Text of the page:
The idea is then to make some adjustment, so that if the type of person in the area is deemed as good for what you are selling, then you expect there will be less than the average number of people in the territory. If on the other hand, the type of people are not favourable to the business, then you will need more than the average number of people in the territory to give a similar level of demand.
B2B businesses: If you are taking on a B2B business, then the number of people living in the area may be some form of indicator, but far more important is the number of business opportunities that are in the territory. Typical of the B2B businesses would be the printing industry, couriers, leasing of business vehicles and sales of tools to tradesmen.
The Australian Bureau of Statistics provides information that we call The Australian Business Counts, giving us the number of businesses, type of business, and the approximate number of employees in a specific area. Using this information, you can give weighting to more favourable business types, and whether larger or smaller businesses offer more opportunity.
In some cases, you may have a business that has a very specific client base, so you can estimate how many of those types of business are in each postcode, and make it so each territory has similar potential.
Combinations of B2C and B2B: This arises in many cases, and the two databases can be used together, so the territories are balanced to represent how much of the business is B2B and how much is B2C. An example of this is the mortgage market where you may ask for a broker to come and see you at home (normally in the evening) which is typical B2C, or you may ask them to visit you at work, or go to their office near your work (daytime), and then they are acting like a B2B.
What should your franchisor be able to show you?
If a professional territory planning job has been undertaken, you would expect the franchisor to be able to explain the logic behind how the territories or market areas have been created. The franchisor should have an overall map of the whole market, and be able to provide you with a relevant map of your territory.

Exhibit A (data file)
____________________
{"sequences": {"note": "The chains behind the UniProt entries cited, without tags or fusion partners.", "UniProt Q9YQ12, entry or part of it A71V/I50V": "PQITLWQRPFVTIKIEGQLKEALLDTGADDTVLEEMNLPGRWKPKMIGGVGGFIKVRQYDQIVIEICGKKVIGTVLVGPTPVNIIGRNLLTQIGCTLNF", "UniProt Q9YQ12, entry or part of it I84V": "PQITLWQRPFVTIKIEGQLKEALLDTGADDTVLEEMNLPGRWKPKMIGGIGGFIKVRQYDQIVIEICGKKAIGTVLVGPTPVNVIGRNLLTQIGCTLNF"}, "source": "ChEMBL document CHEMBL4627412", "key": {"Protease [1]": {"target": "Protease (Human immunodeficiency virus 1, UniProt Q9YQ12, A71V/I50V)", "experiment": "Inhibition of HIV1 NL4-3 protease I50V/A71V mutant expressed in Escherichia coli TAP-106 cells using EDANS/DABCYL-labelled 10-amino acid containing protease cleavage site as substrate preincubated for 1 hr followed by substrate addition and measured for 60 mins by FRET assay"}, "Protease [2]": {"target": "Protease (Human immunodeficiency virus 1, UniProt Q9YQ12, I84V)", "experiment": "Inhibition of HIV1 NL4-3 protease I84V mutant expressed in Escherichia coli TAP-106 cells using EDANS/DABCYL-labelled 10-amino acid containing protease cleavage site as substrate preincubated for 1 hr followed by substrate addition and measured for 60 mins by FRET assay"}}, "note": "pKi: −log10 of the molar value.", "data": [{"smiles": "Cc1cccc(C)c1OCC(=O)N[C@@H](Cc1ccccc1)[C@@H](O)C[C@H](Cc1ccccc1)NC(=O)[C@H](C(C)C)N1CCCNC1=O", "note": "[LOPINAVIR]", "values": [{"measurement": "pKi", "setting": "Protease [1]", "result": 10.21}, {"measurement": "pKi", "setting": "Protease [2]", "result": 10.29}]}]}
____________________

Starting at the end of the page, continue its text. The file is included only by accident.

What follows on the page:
Many good franchisors will also provide you with the residential demographics of your area, and if a B2B operation, then a business demographic of your area. To further assist in the opening of your business, many franchisors can give you a business hit list for you to use in direct mail outs, or phone invitations to your prestigious opening.
You are investing your money in a business opportunity that is being sold to you as a viable business operation. You really need to be comfortable that the franchisor does understand the logic of how the territories or marketing areas have been established and have used their best endeavours to have each territory or marketing area of similar potential for you, the investing franchisee.
Peter Buckingham is the managing director of Spectrum Analysis Australia, a geodemographic, territory planning and retail sales modelling company.
Contact: firstname.lastname@example.org, www.spectrumanalysis.com.au.